The impact of COVID-19 (the novel coronavirus) is rippling through the U.S. and global economies, but what exactly does it mean for the waste and recycling industry?
To get a better look, Waste360 spoke with Hamzah Mazari, managing director at Jefferies and a 2018 Waste360 40 Under 40 winner, about how the coronavirus pandemic is impacting the market at large and the public waste industry in particular.
Below are excerpts from the discussion.
Waste360: Can you tell us about your observations related to the impact of the coronavirus outbreak on the financial markets?
Hamzah Mazari: Whenever there is uncertainty in the marketplace, the stock market assumes the worst. We’re down 20 percent off of what we saw in the market at its peak. There’s probably more downside until the market gets clarity that the virus is contained. It’s of course had a big impact on travel and leisure—airlines (down 60 percent), cruises (down 70 percent) and car rentals (down 60 percent) are all down significantly. We think it’s a little too early to say if we’ll go into a recession because of this, but we think the market will continue to be volatile until the virus is contained. If you look to how other countries are responding, the spread in China is already slowing, so it may take the U.S. a few months.
Waste360: And what about the outbreak’s effect on waste specifically?
Hamzah Mazari: If you look at the waste space, we think about 80 to 85 percent of the business is unlikely to get impacted because a lot of that business is residential subscription or small commercial container or large container, reoccurring. Waste is the last thing that gets cut when things go bad. We don’t think you’ll see service decreases right away. I think waste is in a defensive space right now.
Waste360: Is there a particular area where we might see an impact in the waste industry?
Hamzah Mazari: Where we look to potentially see an impact is on the special waste side, which is more demand or project based. But again, [it has] very minimal impact to the waste space compared to other types of companies out there. We think pricing is uncorrelated with the coronavirus. Any pullback in waste companies is probably a buying opportunity longer term.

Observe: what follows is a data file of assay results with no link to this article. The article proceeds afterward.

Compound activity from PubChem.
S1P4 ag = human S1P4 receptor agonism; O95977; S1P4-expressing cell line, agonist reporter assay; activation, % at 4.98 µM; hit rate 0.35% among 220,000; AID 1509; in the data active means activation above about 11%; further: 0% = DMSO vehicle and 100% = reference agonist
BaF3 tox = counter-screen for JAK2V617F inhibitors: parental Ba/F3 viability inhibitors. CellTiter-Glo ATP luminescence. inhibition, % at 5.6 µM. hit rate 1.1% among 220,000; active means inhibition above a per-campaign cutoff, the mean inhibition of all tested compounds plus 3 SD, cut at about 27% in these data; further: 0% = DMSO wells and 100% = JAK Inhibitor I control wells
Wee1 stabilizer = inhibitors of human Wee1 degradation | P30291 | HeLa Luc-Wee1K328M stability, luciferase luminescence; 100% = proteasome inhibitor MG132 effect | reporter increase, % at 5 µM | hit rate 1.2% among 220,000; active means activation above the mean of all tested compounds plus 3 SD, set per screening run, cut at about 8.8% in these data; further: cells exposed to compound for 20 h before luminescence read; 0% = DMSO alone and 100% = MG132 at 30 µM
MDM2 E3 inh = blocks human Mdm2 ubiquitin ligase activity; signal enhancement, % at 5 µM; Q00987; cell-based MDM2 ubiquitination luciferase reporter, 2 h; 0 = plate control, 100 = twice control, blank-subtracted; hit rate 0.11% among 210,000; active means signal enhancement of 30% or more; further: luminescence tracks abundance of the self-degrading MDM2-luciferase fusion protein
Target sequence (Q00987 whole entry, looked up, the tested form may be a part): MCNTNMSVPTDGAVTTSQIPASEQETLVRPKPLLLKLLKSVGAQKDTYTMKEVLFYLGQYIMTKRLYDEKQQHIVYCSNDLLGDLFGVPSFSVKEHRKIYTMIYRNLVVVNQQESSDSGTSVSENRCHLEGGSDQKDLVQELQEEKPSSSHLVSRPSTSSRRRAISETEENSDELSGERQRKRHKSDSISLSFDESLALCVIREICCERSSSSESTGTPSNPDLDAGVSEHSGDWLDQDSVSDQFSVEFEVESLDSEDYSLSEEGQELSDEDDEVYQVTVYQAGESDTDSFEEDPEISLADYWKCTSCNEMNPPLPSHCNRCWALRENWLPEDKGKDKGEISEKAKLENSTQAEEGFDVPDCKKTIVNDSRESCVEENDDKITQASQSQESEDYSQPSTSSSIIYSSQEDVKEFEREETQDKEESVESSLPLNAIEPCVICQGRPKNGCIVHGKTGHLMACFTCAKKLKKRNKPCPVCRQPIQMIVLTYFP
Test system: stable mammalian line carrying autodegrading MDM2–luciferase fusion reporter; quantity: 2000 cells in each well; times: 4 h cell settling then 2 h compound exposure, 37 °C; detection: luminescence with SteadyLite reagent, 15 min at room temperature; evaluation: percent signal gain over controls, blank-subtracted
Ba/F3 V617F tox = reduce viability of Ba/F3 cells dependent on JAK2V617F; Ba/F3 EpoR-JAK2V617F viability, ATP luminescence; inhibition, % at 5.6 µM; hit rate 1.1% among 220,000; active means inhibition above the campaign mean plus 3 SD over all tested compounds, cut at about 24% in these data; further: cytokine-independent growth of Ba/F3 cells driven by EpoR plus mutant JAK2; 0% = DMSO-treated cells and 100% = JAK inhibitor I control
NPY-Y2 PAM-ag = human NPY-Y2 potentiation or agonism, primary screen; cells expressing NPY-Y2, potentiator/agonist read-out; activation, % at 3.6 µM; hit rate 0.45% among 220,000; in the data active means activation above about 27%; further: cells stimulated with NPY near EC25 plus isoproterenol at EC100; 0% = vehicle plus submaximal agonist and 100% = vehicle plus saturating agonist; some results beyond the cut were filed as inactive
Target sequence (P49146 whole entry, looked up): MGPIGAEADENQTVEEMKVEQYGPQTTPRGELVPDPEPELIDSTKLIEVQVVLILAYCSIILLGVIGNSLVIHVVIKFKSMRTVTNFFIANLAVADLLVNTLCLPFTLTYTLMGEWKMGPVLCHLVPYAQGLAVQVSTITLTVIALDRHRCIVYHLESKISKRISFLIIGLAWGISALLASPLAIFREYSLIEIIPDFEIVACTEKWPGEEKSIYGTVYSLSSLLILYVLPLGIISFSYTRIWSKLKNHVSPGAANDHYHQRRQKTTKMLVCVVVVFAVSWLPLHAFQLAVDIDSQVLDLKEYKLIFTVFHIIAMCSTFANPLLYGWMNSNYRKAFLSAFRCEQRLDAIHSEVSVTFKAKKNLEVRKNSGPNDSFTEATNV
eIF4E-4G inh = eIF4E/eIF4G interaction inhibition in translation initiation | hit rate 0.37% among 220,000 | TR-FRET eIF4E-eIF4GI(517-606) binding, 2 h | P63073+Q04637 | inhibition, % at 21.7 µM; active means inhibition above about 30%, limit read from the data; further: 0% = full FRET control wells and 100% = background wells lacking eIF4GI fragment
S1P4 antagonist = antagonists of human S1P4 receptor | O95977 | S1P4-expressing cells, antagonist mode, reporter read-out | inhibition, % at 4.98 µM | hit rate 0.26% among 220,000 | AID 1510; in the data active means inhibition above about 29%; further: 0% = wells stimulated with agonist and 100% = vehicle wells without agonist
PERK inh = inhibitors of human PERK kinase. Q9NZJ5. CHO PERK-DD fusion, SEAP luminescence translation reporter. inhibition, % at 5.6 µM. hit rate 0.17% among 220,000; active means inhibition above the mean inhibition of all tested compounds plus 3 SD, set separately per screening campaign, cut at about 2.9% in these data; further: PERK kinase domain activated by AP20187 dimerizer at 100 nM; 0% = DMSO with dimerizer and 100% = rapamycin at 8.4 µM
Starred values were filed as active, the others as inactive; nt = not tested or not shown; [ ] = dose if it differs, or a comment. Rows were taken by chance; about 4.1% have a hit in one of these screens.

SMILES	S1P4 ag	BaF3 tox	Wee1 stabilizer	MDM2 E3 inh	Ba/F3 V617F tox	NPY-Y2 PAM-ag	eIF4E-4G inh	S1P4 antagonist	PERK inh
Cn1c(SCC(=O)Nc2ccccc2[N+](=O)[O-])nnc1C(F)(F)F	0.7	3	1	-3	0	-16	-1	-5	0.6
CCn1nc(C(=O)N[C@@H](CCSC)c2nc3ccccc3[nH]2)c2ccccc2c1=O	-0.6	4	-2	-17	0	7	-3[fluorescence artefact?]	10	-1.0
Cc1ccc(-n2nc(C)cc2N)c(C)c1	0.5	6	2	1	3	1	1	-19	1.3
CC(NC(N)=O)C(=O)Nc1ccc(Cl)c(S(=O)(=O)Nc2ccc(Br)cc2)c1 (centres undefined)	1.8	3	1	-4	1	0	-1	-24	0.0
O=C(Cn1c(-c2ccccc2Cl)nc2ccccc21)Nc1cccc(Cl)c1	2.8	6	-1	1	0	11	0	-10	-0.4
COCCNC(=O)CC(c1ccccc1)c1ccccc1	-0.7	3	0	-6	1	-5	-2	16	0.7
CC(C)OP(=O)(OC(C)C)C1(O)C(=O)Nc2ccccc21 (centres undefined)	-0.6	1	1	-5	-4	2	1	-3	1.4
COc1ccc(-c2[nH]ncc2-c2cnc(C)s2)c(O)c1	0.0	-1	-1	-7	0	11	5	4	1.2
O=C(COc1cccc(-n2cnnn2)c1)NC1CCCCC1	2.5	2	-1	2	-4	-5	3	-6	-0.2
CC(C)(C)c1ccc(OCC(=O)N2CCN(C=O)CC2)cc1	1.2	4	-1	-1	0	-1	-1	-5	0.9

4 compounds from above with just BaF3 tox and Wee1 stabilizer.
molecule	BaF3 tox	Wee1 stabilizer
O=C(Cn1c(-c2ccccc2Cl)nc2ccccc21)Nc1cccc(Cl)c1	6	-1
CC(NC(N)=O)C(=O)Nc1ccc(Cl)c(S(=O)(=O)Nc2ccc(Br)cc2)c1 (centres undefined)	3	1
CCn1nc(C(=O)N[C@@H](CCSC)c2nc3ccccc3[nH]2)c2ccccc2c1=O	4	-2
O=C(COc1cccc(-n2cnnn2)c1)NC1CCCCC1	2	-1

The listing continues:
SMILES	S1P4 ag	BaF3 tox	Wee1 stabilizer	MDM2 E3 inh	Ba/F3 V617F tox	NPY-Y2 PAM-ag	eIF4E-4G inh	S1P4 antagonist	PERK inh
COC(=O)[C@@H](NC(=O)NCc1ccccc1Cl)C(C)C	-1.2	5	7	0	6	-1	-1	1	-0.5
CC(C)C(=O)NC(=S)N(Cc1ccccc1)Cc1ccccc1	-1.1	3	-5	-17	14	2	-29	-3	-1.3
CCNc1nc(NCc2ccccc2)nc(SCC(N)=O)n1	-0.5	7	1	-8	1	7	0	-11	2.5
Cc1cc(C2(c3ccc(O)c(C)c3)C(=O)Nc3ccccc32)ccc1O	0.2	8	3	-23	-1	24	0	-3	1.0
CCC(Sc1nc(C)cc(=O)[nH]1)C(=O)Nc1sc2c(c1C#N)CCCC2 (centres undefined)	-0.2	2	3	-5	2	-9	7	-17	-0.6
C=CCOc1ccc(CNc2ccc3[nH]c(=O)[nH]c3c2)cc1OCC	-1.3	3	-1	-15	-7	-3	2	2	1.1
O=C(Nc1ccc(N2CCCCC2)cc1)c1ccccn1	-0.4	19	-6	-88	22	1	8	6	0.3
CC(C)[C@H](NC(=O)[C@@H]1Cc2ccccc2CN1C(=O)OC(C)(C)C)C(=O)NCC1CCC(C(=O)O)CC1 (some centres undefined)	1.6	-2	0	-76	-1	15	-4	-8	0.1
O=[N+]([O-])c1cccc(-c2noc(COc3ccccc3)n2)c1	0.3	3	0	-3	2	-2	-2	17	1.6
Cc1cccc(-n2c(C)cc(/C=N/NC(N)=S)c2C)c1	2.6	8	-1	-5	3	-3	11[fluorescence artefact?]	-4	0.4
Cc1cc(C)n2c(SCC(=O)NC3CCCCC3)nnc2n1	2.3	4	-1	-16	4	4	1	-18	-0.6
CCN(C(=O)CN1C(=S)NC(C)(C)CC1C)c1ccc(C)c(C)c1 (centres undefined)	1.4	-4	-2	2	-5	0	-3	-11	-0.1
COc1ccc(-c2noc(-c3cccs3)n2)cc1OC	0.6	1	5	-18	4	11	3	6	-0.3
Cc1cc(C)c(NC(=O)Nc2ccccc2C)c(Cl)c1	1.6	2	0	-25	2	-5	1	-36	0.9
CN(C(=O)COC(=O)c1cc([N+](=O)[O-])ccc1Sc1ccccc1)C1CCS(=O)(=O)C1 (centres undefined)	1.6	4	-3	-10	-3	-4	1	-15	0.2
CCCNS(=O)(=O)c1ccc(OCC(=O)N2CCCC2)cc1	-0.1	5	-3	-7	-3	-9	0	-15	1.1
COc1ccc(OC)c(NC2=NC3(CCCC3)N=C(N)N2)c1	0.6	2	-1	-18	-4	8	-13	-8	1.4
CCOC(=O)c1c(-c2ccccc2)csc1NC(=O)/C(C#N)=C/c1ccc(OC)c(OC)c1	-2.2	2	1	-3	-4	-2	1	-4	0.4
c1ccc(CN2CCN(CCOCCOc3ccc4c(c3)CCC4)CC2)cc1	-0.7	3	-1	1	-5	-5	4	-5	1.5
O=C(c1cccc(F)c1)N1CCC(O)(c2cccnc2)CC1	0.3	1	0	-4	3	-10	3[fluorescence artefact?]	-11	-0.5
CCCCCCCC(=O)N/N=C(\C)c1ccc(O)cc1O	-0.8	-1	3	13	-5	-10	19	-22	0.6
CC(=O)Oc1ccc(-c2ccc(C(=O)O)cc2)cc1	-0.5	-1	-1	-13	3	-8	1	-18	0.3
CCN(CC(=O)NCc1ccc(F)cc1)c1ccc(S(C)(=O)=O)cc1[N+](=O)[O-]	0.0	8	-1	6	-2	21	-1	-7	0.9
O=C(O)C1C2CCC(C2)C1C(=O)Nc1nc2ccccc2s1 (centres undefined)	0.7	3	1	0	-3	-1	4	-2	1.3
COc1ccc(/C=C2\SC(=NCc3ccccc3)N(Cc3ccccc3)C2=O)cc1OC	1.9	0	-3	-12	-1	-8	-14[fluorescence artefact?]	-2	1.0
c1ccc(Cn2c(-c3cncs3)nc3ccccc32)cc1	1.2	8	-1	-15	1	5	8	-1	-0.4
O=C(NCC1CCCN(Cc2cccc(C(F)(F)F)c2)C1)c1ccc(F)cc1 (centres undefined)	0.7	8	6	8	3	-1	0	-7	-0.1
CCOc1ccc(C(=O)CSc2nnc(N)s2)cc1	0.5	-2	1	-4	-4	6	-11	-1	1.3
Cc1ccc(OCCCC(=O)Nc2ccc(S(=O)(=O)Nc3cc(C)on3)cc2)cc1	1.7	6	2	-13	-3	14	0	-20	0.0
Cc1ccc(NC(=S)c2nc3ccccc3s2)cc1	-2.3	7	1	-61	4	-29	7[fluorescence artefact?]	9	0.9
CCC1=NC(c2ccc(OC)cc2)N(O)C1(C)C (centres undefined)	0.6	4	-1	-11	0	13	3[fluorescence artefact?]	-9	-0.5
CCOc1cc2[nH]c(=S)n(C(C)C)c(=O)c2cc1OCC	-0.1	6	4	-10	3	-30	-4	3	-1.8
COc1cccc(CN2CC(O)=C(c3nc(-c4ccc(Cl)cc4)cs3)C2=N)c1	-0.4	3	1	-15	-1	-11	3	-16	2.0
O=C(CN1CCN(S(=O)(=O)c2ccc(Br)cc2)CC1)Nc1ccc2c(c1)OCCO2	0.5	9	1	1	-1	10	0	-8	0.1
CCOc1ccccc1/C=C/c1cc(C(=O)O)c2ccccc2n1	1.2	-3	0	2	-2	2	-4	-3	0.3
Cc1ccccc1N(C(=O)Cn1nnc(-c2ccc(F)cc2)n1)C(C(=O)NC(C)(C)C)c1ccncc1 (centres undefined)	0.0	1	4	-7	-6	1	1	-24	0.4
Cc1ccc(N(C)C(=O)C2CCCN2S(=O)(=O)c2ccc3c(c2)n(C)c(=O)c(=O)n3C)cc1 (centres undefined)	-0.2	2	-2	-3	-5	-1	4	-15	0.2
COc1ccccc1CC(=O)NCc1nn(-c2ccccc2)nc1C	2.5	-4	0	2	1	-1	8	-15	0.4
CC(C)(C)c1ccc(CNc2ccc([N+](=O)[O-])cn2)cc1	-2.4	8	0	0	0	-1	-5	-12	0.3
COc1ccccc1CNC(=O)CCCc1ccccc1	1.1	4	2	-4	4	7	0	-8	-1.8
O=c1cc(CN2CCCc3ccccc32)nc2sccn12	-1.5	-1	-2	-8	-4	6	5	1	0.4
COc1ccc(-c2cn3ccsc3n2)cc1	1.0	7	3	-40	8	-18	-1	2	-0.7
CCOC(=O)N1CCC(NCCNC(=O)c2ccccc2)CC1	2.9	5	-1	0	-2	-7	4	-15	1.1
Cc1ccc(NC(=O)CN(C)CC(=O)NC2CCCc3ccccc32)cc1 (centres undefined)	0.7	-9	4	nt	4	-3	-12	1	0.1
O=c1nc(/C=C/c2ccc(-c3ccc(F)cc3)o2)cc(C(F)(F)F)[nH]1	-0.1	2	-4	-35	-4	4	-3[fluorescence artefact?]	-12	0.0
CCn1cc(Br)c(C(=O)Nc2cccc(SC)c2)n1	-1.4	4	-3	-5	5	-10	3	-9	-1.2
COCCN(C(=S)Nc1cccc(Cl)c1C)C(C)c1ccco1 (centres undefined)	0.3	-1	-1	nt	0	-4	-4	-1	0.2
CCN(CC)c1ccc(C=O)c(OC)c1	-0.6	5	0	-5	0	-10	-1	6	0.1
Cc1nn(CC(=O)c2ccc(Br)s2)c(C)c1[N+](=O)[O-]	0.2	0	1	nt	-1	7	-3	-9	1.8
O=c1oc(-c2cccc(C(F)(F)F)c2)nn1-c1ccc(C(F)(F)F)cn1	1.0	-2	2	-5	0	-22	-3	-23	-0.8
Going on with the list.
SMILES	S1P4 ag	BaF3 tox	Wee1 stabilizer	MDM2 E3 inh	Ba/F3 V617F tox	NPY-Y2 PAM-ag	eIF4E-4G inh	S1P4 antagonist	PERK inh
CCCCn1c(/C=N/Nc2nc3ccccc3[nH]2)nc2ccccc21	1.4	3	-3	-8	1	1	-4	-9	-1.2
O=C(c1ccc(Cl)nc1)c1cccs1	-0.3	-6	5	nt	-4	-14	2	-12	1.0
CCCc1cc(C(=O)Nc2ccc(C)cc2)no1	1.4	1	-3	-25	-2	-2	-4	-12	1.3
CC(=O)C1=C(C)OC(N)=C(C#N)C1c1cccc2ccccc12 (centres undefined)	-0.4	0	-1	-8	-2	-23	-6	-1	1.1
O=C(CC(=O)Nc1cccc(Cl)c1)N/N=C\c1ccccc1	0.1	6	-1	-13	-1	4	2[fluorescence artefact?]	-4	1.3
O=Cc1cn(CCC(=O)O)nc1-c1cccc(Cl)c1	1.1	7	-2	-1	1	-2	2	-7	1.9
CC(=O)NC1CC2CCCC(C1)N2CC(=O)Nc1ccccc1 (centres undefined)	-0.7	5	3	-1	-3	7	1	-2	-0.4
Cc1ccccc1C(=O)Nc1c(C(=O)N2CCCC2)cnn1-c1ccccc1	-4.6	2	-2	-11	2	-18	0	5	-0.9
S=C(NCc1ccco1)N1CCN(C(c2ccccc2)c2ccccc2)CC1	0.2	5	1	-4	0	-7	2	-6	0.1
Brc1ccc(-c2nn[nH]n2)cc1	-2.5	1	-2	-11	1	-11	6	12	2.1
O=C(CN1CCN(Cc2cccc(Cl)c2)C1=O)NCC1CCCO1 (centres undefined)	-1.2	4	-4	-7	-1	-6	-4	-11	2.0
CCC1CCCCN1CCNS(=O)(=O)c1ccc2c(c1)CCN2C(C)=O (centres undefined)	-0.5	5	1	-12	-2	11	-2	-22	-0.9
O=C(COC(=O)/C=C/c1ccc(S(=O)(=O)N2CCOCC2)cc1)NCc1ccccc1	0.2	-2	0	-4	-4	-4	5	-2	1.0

Waste360: Will the current environment in any way change the mergers and acquisitions (M&A) pipeline or pace of deals?
Hamzah Mazari: We don’t think so mainly because a lot of the private companies (which we think make up about $17 billion in revenue today) have been wanting to sell ahead of the November 2020 election because of potential changes in tax law. So, we’ve already been seeing a super cycle, and we think there’s another year of heavy deal flow coming. We think this is very driven by potential election dynamics, and in 2021, maybe you see M&A slow a little—but valuations are still relatively good even with a market pullback.
Waste360: Do you think waste companies have contingency plans to protect personnel right now?
Hamzah Mazari: I think they do. As an example, Waste Management has limited overnight travel for employees. That’s a small example, but I think it trickles down to all the drivers, sorters and staff, and it shows they care about their employees during this tough time.
Waste360: It seems like the air quality has actually improved in China since this outbreak started. Are there environmental benefits to people not traveling as much and factories decreasing their output?
Hamzah Mazari: Yes, as factory pollution goes down and people travel less, there is a benefit to the environment and a reduced carbon footprint. And we hope the focus on the environment in China will continue longer term.
Waste360: What indicators are you going to be watching both short term and long term?
Hamzah Mazari: In the short term, we’ll look at March personal consumption. If those levels haven’t frozen up as much as people think, then the coronavirus impact on the U.S. consumer is maybe being overblown at the moment.
Waste360: What do waste stocks tell investors about the broader U.S. economy and the stock market?
Hamzah Mazari: We think the U.S. waste companies generally are defensive companies, not as cyclical as we saw in 2009. We think they are a good barometer on the pulse of the U.S. customer and the U.S. economy. It’s not as great an indicator of the U.S. industrial cycle, but we look at special waste and construction volumes, which tend to be more of a leading indicator. This sector does lag by one year going into a recession, so it’s defensive in that nature but a good indicator on what consumers are doing.
Waste360: Can you talk about the potential you see for further technological advances in the waste industry?
Hamzah Mazari: We think we’re still in the beginnings of technology’s impact on the industry. Could there be a time when you see an autonomous truck doing pickups at midnight when there isn’t much other traffic? Maybe so. We’re in early innings with so much room for further improvement.
Read transcript here.